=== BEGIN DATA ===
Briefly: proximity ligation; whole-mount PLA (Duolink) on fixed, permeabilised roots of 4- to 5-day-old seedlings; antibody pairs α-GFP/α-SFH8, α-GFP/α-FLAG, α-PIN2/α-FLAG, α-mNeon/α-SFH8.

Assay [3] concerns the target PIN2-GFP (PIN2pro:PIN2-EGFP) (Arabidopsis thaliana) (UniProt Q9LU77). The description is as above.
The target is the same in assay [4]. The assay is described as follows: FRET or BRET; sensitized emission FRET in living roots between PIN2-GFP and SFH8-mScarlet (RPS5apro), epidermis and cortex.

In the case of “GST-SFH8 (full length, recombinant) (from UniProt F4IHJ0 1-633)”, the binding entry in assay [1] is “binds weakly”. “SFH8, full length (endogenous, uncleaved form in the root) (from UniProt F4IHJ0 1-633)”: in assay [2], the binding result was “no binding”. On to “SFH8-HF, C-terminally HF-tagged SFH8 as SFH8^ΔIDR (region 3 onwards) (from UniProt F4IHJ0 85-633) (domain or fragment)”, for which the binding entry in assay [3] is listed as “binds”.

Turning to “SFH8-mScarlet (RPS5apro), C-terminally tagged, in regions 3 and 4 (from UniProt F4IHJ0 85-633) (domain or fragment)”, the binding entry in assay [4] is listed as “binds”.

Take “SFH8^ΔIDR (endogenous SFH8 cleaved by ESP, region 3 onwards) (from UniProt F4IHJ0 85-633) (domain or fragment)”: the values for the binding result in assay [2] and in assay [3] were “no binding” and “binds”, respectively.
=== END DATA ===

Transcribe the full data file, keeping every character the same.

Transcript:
Briefly: proximity ligation; whole-mount PLA (Duolink) on fixed, permeabilised roots of 4- to 5-day-old seedlings; antibody pairs α-GFP/α-SFH8, α-GFP/α-FLAG, α-PIN2/α-FLAG, α-mNeon/α-SFH8.

Assay [3] concerns the target PIN2-GFP (PIN2pro:PIN2-EGFP) (Arabidopsis thaliana) (UniProt Q9LU77). The description is as above.
The target is the same in assay [4]. The assay is described as follows: FRET or BRET; sensitized emission FRET in living roots between PIN2-GFP and SFH8-mScarlet (RPS5apro), epidermis and cortex.

In the case of “GST-SFH8 (full length, recombinant) (from UniProt F4IHJ0 1-633)”, the binding entry in assay [1] is “binds weakly”. “SFH8, full length (endogenous, uncleaved form in the root) (from UniProt F4IHJ0 1-633)”: in assay [2], the binding result was “no binding”. On to “SFH8-HF, C-terminally HF-tagged SFH8 as SFH8^ΔIDR (region 3 onwards) (from UniProt F4IHJ0 85-633) (domain or fragment)”, for which the binding entry in assay [3] is listed as “binds”.

Turning to “SFH8-mScarlet (RPS5apro), C-terminally tagged, in regions 3 and 4 (from UniProt F4IHJ0 85-633) (domain or fragment)”, the binding entry in assay [4] is listed as “binds”.

Take “SFH8^ΔIDR (endogenous SFH8 cleaved by ESP, region 3 onwards) (from UniProt F4IHJ0 85-633) (domain or fragment)”: the values for the binding result in assay [2] and in assay [3] were “no binding” and “binds”, respectively.